TO DO BEFORE CLASS? STOP AND PRUNE THE ROSES!
T. J. Williams
(Miller), LHS Class of 1986
"Today's the day, I'm gonna
flunk you out today. . . ."
of you who had Paul McCulloh for American History or U. S.
Government will no doubt recall that little ditty. He used to sing
it before giving us the mid-term or final exams we all dreaded, and
seemed to enjoy watching us fidget nervously in our seats. Who could
forget the times when he would chuck an eraser at an unsuspecting
sleepyhead at the back of the classroom, or tell someone that was
yawning to close their mouth because it "made him homesick for
his cave." And, as David Hocking pointed out to me, who could
also forget his badly clashing wardrobe of houndstooth checked tweed
jackets and pea soup-green polyester slacks. I call these things "McCulloh-isms,"
because we all can associate them solely with Mr. McCulloh. All in
all, he was, and still is, very well-liked by his former students.
He was eccentric and had peculiar mannerisms, but those are some of
the things that made him so special. This story is about an incident
involving me and a particular McCulloh-ism that I've never
forgotten. I hope readers find it entertaining and enlightening.
was a junior in early 1985, and had Mr. McCulloh for American
History. One spring morning, we students filed into his
second-period class and sat down. Ol' McCulloh stood up in front of
us after the bell rang, and proceeded to talk about some important
dignitaries that were going to visit the school later in the day. He
told us that we should be on our best behavior, and that we should
do all that we could to make the campus presentable. He reached
behind his desk and brought forth a very large pair of pruning
shears, and then called me to the front of the class. I had no idea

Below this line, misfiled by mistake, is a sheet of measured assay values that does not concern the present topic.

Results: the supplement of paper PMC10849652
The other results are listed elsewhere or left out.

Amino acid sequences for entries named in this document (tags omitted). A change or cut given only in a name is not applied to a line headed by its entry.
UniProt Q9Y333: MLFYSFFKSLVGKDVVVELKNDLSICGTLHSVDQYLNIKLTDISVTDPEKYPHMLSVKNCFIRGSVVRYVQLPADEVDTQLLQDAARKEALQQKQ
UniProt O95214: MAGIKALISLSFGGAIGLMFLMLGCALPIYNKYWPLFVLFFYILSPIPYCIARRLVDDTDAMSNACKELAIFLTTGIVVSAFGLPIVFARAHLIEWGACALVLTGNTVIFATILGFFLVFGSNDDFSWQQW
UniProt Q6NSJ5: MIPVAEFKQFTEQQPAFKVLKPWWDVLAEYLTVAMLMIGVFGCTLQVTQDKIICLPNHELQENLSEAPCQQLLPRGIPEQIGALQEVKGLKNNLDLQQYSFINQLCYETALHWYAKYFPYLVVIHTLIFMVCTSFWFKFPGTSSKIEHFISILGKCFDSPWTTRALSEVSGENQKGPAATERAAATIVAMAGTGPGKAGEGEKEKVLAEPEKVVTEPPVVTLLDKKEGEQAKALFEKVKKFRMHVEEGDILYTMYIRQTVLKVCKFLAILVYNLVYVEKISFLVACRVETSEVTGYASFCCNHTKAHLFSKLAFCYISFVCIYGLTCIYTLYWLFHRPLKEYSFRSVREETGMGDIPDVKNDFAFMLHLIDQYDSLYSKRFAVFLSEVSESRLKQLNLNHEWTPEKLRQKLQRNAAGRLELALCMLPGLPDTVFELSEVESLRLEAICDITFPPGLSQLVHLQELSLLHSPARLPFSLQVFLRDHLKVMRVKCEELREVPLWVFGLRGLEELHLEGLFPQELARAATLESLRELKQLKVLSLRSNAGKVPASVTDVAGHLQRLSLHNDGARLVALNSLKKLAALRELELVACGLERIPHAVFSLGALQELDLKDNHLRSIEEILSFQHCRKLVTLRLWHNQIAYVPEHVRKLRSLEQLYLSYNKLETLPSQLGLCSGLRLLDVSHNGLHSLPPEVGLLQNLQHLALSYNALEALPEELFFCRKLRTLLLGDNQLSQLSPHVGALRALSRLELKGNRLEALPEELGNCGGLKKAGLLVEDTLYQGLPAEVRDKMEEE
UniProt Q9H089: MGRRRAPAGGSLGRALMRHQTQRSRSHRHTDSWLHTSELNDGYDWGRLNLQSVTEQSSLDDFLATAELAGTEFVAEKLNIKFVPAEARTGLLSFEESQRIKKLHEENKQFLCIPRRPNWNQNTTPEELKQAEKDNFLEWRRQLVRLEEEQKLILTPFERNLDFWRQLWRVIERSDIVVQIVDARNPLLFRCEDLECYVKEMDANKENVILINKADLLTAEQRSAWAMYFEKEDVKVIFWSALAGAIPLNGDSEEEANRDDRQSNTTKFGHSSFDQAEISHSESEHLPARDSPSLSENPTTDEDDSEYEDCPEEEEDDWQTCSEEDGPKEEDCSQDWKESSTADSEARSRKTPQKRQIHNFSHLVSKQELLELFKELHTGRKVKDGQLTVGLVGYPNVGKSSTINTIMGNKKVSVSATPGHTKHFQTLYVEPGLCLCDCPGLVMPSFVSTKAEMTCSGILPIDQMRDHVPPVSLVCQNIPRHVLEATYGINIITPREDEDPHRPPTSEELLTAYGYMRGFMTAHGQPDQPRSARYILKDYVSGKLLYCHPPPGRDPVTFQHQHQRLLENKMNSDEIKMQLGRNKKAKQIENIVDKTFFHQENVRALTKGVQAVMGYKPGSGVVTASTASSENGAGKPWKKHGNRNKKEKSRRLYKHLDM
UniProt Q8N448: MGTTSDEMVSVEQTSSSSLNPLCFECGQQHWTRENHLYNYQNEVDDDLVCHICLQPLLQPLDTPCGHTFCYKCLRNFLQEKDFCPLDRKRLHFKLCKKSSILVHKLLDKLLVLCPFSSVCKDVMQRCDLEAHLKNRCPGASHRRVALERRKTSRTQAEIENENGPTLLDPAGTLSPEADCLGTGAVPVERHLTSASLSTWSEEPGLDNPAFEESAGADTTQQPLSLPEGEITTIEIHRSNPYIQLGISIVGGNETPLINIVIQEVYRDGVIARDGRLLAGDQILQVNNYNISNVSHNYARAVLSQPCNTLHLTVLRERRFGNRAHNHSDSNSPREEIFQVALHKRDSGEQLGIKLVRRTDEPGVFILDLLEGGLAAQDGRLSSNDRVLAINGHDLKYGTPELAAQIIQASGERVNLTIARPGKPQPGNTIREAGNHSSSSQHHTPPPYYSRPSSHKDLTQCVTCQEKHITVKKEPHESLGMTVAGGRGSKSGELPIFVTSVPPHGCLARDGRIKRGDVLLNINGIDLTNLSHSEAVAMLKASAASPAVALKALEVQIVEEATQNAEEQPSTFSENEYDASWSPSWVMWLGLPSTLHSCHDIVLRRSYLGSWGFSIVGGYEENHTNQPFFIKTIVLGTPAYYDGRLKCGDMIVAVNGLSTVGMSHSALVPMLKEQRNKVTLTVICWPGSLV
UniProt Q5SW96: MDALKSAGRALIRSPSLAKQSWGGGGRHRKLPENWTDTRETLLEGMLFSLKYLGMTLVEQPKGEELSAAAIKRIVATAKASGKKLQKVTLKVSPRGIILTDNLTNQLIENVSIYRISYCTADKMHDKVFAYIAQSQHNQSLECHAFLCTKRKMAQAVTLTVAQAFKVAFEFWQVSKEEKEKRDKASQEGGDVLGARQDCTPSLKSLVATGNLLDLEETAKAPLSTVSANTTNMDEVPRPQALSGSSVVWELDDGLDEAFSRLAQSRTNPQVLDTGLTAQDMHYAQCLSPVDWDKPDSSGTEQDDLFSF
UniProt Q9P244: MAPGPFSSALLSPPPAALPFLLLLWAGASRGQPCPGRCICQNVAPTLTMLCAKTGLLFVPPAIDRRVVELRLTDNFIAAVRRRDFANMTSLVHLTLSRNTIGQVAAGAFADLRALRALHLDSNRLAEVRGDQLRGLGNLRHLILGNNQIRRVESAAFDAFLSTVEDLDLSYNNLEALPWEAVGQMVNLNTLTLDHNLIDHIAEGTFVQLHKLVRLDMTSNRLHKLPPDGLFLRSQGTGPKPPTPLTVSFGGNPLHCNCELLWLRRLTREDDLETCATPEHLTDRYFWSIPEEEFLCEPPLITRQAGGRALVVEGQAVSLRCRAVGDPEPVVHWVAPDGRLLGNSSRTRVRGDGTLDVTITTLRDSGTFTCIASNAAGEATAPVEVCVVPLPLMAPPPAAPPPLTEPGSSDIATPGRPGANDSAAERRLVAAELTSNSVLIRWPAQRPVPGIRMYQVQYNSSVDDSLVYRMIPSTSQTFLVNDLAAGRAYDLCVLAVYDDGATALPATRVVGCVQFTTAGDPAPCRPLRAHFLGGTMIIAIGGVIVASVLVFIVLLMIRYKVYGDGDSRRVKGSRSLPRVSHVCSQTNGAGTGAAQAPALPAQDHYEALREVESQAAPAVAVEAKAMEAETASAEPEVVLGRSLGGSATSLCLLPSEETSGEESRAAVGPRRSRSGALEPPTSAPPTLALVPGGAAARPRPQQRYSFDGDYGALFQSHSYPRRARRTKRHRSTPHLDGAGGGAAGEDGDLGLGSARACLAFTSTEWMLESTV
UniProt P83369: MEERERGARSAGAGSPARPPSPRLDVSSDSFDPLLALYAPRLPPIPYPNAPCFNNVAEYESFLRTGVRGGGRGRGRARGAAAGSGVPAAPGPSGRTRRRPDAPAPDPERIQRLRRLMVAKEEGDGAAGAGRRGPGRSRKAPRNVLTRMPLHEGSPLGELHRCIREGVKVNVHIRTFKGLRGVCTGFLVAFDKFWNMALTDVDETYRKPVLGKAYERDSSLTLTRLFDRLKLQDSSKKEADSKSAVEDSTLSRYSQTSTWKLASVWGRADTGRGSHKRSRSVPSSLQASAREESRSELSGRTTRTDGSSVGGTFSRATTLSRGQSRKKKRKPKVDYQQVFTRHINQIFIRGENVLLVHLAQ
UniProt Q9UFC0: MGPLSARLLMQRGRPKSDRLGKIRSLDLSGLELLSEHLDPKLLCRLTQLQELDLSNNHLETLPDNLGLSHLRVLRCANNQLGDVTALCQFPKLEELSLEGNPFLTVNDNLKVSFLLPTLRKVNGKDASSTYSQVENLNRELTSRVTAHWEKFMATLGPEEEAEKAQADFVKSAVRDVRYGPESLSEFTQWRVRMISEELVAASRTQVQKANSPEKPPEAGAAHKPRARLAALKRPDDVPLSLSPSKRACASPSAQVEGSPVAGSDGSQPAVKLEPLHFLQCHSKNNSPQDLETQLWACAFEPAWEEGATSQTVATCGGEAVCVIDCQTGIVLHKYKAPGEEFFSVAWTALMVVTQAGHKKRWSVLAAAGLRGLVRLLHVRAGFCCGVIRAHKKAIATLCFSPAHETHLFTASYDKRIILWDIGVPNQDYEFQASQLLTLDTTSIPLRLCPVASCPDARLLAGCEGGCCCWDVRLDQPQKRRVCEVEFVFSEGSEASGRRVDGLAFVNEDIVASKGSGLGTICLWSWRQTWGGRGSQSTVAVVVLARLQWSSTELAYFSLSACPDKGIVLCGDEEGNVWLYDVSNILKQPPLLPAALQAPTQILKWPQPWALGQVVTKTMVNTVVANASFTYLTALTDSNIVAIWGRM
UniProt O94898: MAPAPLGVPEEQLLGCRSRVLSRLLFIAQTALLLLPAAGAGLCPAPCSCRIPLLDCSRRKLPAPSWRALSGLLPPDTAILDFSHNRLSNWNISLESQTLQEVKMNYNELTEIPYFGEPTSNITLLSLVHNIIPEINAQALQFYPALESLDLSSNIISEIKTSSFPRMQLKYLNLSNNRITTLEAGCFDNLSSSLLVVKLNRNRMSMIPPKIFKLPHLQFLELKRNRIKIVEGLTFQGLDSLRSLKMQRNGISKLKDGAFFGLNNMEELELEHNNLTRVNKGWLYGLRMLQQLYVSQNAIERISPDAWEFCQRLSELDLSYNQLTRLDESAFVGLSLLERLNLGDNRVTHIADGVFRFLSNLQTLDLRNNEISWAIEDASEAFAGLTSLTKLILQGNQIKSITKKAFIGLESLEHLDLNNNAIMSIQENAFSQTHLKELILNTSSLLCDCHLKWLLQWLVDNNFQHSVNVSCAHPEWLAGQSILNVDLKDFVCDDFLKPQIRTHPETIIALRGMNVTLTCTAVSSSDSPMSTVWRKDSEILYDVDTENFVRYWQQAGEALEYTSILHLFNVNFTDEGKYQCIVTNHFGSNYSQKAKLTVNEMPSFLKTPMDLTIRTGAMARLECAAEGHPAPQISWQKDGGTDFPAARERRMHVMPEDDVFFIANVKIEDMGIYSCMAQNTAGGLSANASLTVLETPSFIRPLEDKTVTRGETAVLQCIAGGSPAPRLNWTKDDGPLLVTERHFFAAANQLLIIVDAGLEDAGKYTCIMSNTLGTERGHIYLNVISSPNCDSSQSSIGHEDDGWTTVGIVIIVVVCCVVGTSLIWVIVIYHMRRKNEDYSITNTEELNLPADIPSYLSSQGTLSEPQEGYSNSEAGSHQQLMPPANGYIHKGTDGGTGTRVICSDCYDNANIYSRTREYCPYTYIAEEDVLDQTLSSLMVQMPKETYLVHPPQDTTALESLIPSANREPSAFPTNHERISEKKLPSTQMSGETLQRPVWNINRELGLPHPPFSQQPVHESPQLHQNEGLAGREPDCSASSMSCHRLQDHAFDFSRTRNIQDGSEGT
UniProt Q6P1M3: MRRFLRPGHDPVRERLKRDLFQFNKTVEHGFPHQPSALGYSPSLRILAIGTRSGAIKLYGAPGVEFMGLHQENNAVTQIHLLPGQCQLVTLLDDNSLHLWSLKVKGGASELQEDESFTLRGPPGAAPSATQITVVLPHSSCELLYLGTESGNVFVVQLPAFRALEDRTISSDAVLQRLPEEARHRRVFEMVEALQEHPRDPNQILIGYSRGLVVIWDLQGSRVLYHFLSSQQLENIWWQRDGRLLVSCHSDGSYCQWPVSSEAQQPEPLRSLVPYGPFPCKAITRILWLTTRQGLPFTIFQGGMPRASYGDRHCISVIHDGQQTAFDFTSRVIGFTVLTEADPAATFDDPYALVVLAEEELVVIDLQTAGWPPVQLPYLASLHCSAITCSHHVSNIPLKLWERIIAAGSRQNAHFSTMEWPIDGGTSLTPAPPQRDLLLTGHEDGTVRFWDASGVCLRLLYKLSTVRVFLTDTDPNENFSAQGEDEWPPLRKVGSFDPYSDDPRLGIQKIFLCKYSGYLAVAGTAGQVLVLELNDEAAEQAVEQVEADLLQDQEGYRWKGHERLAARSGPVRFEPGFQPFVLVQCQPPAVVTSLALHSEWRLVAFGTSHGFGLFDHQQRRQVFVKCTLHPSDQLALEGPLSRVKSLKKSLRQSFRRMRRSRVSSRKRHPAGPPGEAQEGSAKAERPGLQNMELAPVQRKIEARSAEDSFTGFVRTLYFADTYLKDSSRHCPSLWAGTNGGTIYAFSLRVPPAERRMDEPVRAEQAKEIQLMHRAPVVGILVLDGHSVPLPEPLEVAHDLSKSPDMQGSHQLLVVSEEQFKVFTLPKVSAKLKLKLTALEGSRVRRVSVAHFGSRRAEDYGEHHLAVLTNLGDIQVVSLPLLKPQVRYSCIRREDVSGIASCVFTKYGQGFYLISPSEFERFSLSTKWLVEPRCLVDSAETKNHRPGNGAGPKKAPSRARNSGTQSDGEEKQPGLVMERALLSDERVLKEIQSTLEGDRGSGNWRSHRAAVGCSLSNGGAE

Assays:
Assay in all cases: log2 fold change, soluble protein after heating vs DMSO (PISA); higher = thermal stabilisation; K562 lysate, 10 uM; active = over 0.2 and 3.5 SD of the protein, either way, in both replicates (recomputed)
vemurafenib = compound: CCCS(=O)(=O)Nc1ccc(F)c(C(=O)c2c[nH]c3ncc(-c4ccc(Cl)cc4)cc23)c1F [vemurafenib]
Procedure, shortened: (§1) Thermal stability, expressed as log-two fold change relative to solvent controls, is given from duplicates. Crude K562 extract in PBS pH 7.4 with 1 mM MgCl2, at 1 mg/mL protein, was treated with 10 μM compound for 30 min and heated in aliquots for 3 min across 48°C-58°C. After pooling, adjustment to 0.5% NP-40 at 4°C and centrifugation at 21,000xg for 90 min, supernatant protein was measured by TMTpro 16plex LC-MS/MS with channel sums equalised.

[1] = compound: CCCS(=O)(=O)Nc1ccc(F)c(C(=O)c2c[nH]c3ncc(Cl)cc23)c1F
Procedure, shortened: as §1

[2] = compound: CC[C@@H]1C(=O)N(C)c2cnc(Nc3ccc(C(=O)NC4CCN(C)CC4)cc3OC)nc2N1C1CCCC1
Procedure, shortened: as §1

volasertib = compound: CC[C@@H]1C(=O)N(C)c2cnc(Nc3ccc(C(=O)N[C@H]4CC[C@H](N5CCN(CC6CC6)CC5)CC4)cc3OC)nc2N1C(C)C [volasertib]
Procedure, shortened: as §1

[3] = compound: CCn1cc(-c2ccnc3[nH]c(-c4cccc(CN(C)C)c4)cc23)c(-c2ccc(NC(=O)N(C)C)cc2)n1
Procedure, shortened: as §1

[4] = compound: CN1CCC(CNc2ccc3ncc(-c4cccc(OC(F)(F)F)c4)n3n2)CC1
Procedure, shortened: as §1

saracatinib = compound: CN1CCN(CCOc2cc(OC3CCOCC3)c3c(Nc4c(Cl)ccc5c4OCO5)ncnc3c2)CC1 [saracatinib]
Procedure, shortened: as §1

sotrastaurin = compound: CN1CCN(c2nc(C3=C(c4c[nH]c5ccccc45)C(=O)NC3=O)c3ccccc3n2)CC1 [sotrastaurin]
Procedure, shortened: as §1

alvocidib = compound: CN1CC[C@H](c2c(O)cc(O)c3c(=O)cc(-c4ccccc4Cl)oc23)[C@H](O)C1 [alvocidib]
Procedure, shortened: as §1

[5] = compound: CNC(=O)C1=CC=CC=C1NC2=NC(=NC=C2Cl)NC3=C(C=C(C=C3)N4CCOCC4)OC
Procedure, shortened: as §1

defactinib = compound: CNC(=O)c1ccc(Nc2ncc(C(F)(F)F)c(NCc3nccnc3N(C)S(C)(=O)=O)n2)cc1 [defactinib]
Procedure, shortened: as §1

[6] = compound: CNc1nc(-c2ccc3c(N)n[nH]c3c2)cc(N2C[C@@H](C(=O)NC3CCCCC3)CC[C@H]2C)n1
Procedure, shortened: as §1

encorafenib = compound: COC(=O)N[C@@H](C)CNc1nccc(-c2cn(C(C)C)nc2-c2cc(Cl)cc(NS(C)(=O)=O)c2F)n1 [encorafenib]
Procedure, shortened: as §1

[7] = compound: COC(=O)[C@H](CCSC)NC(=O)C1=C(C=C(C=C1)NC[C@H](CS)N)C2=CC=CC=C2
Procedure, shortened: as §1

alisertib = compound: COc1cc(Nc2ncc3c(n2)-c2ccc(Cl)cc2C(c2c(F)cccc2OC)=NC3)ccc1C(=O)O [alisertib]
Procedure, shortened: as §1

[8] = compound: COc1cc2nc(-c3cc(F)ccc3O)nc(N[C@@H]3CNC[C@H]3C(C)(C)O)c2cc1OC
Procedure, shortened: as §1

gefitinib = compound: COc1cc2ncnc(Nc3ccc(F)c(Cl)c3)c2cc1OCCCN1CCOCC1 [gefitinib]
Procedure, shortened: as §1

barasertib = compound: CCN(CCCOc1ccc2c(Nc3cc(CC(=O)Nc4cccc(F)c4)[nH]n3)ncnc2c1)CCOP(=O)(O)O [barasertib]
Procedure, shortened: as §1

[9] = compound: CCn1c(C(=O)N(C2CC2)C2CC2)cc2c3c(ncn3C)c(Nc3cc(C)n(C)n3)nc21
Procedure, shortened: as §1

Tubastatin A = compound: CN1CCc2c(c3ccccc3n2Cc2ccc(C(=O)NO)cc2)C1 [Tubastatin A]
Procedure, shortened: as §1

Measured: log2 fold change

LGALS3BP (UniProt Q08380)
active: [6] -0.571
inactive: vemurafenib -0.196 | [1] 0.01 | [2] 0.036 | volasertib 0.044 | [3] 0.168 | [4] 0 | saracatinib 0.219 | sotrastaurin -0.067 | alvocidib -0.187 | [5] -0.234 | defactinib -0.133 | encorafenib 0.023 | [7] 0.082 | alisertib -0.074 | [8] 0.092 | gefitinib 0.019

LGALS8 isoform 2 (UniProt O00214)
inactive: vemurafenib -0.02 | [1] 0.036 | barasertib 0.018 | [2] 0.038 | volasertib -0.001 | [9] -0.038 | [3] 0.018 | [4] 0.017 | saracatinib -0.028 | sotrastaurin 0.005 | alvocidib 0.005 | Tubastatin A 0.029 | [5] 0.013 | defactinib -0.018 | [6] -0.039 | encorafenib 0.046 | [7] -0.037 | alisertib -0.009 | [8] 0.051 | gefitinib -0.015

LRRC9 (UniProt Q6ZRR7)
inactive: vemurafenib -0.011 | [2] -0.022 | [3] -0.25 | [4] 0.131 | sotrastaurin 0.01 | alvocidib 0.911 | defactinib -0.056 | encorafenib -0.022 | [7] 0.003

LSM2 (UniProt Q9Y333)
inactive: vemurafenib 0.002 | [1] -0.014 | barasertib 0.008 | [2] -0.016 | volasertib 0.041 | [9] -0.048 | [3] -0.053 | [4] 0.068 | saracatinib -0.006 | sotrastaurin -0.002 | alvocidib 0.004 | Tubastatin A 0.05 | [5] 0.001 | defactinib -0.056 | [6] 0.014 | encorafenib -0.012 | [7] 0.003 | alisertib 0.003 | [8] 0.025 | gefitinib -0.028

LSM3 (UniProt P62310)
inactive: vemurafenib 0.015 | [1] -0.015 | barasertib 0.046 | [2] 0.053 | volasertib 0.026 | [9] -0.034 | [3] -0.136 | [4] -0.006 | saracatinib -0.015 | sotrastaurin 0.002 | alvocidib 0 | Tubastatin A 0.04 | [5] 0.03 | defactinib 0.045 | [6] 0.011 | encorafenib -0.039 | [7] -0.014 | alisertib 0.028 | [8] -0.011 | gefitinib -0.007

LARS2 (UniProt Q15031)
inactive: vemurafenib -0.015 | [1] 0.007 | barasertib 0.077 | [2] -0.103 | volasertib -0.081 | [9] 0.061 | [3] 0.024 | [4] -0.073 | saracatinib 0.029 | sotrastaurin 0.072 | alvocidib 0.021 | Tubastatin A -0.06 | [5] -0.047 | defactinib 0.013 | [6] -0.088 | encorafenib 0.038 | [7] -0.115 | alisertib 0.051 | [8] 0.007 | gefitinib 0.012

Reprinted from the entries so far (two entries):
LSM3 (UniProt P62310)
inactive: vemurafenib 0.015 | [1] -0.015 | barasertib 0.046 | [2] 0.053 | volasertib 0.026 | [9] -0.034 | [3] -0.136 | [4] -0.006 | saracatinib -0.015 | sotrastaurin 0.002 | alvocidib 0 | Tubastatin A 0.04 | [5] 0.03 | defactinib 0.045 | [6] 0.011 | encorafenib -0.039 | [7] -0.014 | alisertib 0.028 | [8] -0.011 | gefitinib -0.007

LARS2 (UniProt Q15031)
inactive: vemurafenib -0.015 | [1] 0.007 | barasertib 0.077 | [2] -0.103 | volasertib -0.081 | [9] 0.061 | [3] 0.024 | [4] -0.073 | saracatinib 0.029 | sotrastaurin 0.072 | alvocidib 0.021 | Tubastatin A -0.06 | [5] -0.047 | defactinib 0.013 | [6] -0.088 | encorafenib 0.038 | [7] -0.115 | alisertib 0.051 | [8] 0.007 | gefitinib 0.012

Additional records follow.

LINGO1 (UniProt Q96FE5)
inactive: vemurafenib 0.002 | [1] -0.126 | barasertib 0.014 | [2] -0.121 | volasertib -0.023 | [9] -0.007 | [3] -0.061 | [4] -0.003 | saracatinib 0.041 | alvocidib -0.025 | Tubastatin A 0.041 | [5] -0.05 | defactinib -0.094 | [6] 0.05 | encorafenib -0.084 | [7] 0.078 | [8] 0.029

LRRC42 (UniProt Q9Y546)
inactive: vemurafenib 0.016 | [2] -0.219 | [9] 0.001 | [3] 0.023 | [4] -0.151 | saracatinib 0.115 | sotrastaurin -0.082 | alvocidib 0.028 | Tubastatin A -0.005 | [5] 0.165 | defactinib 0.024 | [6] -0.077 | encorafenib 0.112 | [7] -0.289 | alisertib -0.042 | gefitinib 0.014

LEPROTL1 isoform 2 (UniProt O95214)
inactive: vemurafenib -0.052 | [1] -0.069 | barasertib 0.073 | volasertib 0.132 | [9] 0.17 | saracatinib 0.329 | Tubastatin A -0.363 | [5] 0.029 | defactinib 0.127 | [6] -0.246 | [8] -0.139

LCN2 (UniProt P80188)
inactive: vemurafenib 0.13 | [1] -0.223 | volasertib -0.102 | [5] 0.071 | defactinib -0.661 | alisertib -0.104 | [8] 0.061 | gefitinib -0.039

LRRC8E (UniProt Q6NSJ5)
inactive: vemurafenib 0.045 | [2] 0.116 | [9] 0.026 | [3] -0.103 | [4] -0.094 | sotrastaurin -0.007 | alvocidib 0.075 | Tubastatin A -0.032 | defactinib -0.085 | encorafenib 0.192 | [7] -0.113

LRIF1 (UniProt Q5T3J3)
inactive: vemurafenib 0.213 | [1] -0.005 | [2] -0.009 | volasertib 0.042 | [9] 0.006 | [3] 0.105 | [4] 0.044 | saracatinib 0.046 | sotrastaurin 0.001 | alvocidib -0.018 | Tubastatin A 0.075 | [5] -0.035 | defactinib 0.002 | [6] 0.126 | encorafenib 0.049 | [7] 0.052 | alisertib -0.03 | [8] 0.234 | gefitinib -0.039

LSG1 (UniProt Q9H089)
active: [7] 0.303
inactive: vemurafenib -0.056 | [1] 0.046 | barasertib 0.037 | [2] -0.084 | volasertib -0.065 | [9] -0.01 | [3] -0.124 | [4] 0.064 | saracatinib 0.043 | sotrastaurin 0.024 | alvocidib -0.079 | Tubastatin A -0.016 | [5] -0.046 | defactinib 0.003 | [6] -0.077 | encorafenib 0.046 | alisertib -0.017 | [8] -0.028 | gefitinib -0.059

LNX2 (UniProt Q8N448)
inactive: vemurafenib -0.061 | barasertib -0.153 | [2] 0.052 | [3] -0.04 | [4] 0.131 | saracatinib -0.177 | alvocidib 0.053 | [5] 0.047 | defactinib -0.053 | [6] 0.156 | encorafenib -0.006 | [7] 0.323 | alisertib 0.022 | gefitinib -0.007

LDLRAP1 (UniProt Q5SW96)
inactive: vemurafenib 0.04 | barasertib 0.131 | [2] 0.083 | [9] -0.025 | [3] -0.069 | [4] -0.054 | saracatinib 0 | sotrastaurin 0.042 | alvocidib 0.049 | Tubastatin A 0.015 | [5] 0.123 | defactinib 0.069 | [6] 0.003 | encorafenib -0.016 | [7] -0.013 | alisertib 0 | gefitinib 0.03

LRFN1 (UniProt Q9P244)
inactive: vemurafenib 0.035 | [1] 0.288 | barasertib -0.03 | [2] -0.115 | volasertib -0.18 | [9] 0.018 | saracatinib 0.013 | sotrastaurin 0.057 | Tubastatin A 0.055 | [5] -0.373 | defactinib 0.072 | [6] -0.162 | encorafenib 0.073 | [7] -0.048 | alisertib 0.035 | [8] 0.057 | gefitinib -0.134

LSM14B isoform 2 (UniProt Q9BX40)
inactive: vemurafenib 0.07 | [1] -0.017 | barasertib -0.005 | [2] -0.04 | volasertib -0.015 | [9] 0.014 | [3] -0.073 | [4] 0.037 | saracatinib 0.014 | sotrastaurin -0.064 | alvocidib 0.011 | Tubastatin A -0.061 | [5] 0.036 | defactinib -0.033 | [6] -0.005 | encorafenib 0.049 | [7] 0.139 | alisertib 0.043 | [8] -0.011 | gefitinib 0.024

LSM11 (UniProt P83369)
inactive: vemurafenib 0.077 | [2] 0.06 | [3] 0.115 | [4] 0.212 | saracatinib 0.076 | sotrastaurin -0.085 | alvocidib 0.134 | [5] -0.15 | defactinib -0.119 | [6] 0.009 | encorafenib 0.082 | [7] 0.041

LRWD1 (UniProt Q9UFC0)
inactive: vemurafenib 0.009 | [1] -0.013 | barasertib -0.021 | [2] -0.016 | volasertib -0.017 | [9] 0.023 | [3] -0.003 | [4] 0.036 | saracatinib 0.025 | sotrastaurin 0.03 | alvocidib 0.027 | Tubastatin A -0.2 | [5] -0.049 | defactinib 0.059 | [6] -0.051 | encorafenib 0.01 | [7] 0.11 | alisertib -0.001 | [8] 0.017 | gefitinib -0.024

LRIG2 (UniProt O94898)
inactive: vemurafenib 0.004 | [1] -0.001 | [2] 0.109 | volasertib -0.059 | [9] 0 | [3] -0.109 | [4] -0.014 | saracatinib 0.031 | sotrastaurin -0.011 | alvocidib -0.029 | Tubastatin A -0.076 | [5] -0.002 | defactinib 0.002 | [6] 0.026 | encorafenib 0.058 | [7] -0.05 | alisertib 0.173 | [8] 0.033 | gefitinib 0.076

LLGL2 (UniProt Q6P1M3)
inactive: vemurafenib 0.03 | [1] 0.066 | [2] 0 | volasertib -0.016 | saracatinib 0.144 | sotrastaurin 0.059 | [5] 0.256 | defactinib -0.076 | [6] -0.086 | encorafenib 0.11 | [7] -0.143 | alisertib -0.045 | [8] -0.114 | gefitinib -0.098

what he had in mind, and couldn't think of a reason why he would
want to pick on me. I was quiet and studious, and was never
disruptive in class. I went up to him, and he handed me the shears.
He then told me to go outside and prune the rosebushes by his
classroom's windows, so that they wouldn't be offensive to the
dignitaries. I, and the rest of the class, looked at ol' McCulloh as
if to say "You've got to be kidding, right?" But he was
dead serious. so I took the shears and went outside into the bright,
warm English sunshine. I was glad that he left the windows open, as
I was able to catch the first part of his lecture, which I seem to
remember as being about Andrew Jackson. I trimmed his rosebushes
nice and even, and then went back inside. The job only took about
fifteen minutes to do, but I was happy to have a reprieve from being
stuck inside a dark and dreary classroom. I gave back to Mr.
McCulloh his shears, and asked him if he thought my handiwork was
worthy enough. He inspected the job I did, said he was pleased,
thanked me, then went on to continue his lecture as I shuffled back
to my seat. Strange, I know, but true.
still don't know why Mr. McCulloh chose me to trim his roses. I
guess he liked me, or something. Perhaps he somehow knew about the
time, effort, and yes--even money, that I put into the yardwork I
did at my home in Lakenheath Village. He might have been rewarding
me for something I did, but I don't know what that would be. What I
do know is this: Mr. McCulloh may have taught us a lot about the
history of the United States, but I also learned from him another
important lesson--that it's all right to be different, and that
people can and do like others that are perceived as being "different."
Every time I think about him or one of his McCulloh-isms, I'm
reminded of those things. I'm proud to know Paul McCulloh, and I'm
glad he was my teacher. One of the best, in fact. To him, I extend
my full gratitude. I believe many of the other students he had feel
much the same way. He may be eccentric, but he's a pretty cool dude.
Strange, but true.